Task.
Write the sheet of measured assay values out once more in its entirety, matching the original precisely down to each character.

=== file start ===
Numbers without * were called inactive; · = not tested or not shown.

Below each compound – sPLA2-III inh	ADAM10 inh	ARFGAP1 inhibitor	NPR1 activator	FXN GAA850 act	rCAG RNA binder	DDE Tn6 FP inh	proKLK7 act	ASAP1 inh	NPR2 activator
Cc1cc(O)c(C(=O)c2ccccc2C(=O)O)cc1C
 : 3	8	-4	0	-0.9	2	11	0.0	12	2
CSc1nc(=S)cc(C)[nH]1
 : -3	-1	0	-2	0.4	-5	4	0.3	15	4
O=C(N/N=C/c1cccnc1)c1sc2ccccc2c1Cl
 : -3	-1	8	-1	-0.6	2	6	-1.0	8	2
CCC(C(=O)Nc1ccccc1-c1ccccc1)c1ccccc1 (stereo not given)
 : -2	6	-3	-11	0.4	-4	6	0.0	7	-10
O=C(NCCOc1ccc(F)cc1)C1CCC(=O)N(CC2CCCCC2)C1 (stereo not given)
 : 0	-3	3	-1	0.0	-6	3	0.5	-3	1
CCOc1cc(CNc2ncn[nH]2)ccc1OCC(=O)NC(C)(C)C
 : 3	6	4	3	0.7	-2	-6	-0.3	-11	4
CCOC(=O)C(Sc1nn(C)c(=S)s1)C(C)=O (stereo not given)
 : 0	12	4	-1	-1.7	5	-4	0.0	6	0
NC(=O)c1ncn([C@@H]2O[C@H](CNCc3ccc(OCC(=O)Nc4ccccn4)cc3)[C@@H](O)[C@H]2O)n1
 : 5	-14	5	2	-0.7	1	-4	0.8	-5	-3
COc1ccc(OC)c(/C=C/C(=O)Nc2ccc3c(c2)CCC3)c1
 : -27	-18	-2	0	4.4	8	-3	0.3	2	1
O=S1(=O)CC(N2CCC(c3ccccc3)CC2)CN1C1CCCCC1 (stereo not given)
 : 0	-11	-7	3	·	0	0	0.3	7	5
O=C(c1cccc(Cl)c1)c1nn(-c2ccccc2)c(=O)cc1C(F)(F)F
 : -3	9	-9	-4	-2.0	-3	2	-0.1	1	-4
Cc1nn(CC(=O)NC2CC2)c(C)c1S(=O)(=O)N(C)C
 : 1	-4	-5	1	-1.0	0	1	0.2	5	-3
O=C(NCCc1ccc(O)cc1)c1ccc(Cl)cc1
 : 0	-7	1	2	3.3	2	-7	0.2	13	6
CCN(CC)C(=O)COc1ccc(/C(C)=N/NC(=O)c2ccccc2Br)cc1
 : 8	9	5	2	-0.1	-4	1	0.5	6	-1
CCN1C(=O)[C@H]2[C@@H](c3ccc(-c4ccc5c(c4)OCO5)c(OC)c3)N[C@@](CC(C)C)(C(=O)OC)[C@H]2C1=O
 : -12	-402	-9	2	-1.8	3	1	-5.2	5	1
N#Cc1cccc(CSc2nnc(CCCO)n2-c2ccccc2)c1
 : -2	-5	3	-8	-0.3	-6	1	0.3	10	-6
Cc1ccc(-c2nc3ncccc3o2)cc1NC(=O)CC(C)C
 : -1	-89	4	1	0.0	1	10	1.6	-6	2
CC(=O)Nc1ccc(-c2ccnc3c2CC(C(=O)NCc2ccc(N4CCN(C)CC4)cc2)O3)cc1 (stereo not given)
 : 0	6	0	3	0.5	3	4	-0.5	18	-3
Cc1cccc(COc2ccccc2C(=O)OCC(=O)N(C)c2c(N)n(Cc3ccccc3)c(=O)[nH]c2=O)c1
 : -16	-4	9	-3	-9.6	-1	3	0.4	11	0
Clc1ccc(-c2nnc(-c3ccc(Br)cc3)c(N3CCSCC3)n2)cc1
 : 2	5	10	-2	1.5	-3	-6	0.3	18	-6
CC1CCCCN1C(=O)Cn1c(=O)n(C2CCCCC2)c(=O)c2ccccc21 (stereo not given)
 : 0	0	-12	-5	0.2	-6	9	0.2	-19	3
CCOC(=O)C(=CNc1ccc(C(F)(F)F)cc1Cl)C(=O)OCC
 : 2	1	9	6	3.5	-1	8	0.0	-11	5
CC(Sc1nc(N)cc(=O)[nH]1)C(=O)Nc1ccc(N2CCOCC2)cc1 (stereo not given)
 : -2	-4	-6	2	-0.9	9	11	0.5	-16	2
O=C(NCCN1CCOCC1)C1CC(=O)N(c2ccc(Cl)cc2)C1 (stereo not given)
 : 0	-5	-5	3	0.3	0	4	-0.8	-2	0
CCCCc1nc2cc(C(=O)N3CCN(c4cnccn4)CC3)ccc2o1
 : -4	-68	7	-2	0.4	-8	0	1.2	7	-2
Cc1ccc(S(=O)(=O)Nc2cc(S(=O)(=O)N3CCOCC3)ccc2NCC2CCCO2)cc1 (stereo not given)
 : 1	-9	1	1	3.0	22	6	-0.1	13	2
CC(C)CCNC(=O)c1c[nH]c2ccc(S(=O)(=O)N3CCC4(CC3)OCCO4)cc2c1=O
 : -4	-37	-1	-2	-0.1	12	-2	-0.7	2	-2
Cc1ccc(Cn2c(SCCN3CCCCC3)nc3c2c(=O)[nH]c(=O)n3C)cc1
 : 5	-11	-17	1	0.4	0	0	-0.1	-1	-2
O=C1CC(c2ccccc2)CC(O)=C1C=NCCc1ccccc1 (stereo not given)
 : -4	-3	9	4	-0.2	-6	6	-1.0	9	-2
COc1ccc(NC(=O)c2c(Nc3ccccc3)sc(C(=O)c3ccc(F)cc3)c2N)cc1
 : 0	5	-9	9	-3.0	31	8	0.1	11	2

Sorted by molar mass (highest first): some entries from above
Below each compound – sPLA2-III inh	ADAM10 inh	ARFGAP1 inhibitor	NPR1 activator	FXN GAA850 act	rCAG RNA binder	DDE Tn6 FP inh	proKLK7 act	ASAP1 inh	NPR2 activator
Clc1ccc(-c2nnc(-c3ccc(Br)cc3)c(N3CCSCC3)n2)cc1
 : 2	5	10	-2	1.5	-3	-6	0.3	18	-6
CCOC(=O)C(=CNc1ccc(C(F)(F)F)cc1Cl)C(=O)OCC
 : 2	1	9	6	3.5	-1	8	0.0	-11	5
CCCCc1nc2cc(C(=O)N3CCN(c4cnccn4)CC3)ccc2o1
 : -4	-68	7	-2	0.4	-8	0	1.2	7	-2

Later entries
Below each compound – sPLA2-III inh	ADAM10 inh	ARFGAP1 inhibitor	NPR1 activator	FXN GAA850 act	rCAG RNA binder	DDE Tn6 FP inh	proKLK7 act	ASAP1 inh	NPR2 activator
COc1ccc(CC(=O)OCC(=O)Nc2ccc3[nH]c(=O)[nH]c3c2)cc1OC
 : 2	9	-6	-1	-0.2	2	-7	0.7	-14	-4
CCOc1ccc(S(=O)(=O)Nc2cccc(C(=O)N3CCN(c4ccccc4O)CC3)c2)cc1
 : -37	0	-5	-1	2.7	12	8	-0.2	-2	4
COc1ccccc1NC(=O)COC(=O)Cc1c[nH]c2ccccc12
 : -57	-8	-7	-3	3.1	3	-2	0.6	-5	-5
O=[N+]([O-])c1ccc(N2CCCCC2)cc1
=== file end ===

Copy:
Numbers without * were called inactive; · = not tested or not shown.

Below each compound – sPLA2-III inh	ADAM10 inh	ARFGAP1 inhibitor	NPR1 activator	FXN GAA850 act	rCAG RNA binder	DDE Tn6 FP inh	proKLK7 act	ASAP1 inh	NPR2 activator
Cc1cc(O)c(C(=O)c2ccccc2C(=O)O)cc1C
 : 3	8	-4	0	-0.9	2	11	0.0	12	2
CSc1nc(=S)cc(C)[nH]1
 : -3	-1	0	-2	0.4	-5	4	0.3	15	4
O=C(N/N=C/c1cccnc1)c1sc2ccccc2c1Cl
 : -3	-1	8	-1	-0.6	2	6	-1.0	8	2
CCC(C(=O)Nc1ccccc1-c1ccccc1)c1ccccc1 (stereo not given)
 : -2	6	-3	-11	0.4	-4	6	0.0	7	-10
O=C(NCCOc1ccc(F)cc1)C1CCC(=O)N(CC2CCCCC2)C1 (stereo not given)
 : 0	-3	3	-1	0.0	-6	3	0.5	-3	1
CCOc1cc(CNc2ncn[nH]2)ccc1OCC(=O)NC(C)(C)C
 : 3	6	4	3	0.7	-2	-6	-0.3	-11	4
CCOC(=O)C(Sc1nn(C)c(=S)s1)C(C)=O (stereo not given)
 : 0	12	4	-1	-1.7	5	-4	0.0	6	0
NC(=O)c1ncn([C@@H]2O[C@H](CNCc3ccc(OCC(=O)Nc4ccccn4)cc3)[C@@H](O)[C@H]2O)n1
 : 5	-14	5	2	-0.7	1	-4	0.8	-5	-3
COc1ccc(OC)c(/C=C/C(=O)Nc2ccc3c(c2)CCC3)c1
 : -27	-18	-2	0	4.4	8	-3	0.3	2	1
O=S1(=O)CC(N2CCC(c3ccccc3)CC2)CN1C1CCCCC1 (stereo not given)
 : 0	-11	-7	3	·	0	0	0.3	7	5
O=C(c1cccc(Cl)c1)c1nn(-c2ccccc2)c(=O)cc1C(F)(F)F
 : -3	9	-9	-4	-2.0	-3	2	-0.1	1	-4
Cc1nn(CC(=O)NC2CC2)c(C)c1S(=O)(=O)N(C)C
 : 1	-4	-5	1	-1.0	0	1	0.2	5	-3
O=C(NCCc1ccc(O)cc1)c1ccc(Cl)cc1
 : 0	-7	1	2	3.3	2	-7	0.2	13	6
CCN(CC)C(=O)COc1ccc(/C(C)=N/NC(=O)c2ccccc2Br)cc1
 : 8	9	5	2	-0.1	-4	1	0.5	6	-1
CCN1C(=O)[C@H]2[C@@H](c3ccc(-c4ccc5c(c4)OCO5)c(OC)c3)N[C@@](CC(C)C)(C(=O)OC)[C@H]2C1=O
 : -12	-402	-9	2	-1.8	3	1	-5.2	5	1
N#Cc1cccc(CSc2nnc(CCCO)n2-c2ccccc2)c1
 : -2	-5	3	-8	-0.3	-6	1	0.3	10	-6
Cc1ccc(-c2nc3ncccc3o2)cc1NC(=O)CC(C)C
 : -1	-89	4	1	0.0	1	10	1.6	-6	2
CC(=O)Nc1ccc(-c2ccnc3c2CC(C(=O)NCc2ccc(N4CCN(C)CC4)cc2)O3)cc1 (stereo not given)
 : 0	6	0	3	0.5	3	4	-0.5	18	-3
Cc1cccc(COc2ccccc2C(=O)OCC(=O)N(C)c2c(N)n(Cc3ccccc3)c(=O)[nH]c2=O)c1
 : -16	-4	9	-3	-9.6	-1	3	0.4	11	0
Clc1ccc(-c2nnc(-c3ccc(Br)cc3)c(N3CCSCC3)n2)cc1
 : 2	5	10	-2	1.5	-3	-6	0.3	18	-6
CC1CCCCN1C(=O)Cn1c(=O)n(C2CCCCC2)c(=O)c2ccccc21 (stereo not given)
 : 0	0	-12	-5	0.2	-6	9	0.2	-19	3
CCOC(=O)C(=CNc1ccc(C(F)(F)F)cc1Cl)C(=O)OCC
 : 2	1	9	6	3.5	-1	8	0.0	-11	5
CC(Sc1nc(N)cc(=O)[nH]1)C(=O)Nc1ccc(N2CCOCC2)cc1 (stereo not given)
 : -2	-4	-6	2	-0.9	9	11	0.5	-16	2
O=C(NCCN1CCOCC1)C1CC(=O)N(c2ccc(Cl)cc2)C1 (stereo not given)
 : 0	-5	-5	3	0.3	0	4	-0.8	-2	0
CCCCc1nc2cc(C(=O)N3CCN(c4cnccn4)CC3)ccc2o1
 : -4	-68	7	-2	0.4	-8	0	1.2	7	-2
Cc1ccc(S(=O)(=O)Nc2cc(S(=O)(=O)N3CCOCC3)ccc2NCC2CCCO2)cc1 (stereo not given)
 : 1	-9	1	1	3.0	22	6	-0.1	13	2
CC(C)CCNC(=O)c1c[nH]c2ccc(S(=O)(=O)N3CCC4(CC3)OCCO4)cc2c1=O
 : -4	-37	-1	-2	-0.1	12	-2	-0.7	2	-2
Cc1ccc(Cn2c(SCCN3CCCCC3)nc3c2c(=O)[nH]c(=O)n3C)cc1
 : 5	-11	-17	1	0.4	0	0	-0.1	-1	-2
O=C1CC(c2ccccc2)CC(O)=C1C=NCCc1ccccc1 (stereo not given)
 : -4	-3	9	4	-0.2	-6	6	-1.0	9	-2
COc1ccc(NC(=O)c2c(Nc3ccccc3)sc(C(=O)c3ccc(F)cc3)c2N)cc1
 : 0	5	-9	9	-3.0	31	8	0.1	11	2

Sorted by molar mass (highest first): some entries from above
Below each compound – sPLA2-III inh	ADAM10 inh	ARFGAP1 inhibitor	NPR1 activator	FXN GAA850 act	rCAG RNA binder	DDE Tn6 FP inh	proKLK7 act	ASAP1 inh	NPR2 activator
Clc1ccc(-c2nnc(-c3ccc(Br)cc3)c(N3CCSCC3)n2)cc1
 : 2	5	10	-2	1.5	-3	-6	0.3	18	-6
CCOC(=O)C(=CNc1ccc(C(F)(F)F)cc1Cl)C(=O)OCC
 : 2	1	9	6	3.5	-1	8	0.0	-11	5
CCCCc1nc2cc(C(=O)N3CCN(c4cnccn4)CC3)ccc2o1
 : -4	-68	7	-2	0.4	-8	0	1.2	7	-2

Later entries
Below each compound – sPLA2-III inh	ADAM10 inh	ARFGAP1 inhibitor	NPR1 activator	FXN GAA850 act	rCAG RNA binder	DDE Tn6 FP inh	proKLK7 act	ASAP1 inh	NPR2 activator
COc1ccc(CC(=O)OCC(=O)Nc2ccc3[nH]c(=O)[nH]c3c2)cc1OC
 : 2	9	-6	-1	-0.2	2	-7	0.7	-14	-4
CCOc1ccc(S(=O)(=O)Nc2cccc(C(=O)N3CCN(c4ccccc4O)CC3)c2)cc1
 : -37	0	-5	-1	2.7	12	8	-0.2	-2	4
COc1ccccc1NC(=O)COC(=O)Cc1c[nH]c2ccccc12
 : -57	-8	-7	-3	3.1	3	-2	0.6	-5	-5
O=[N+]([O-])c1ccc(N2CCCCC2)cc1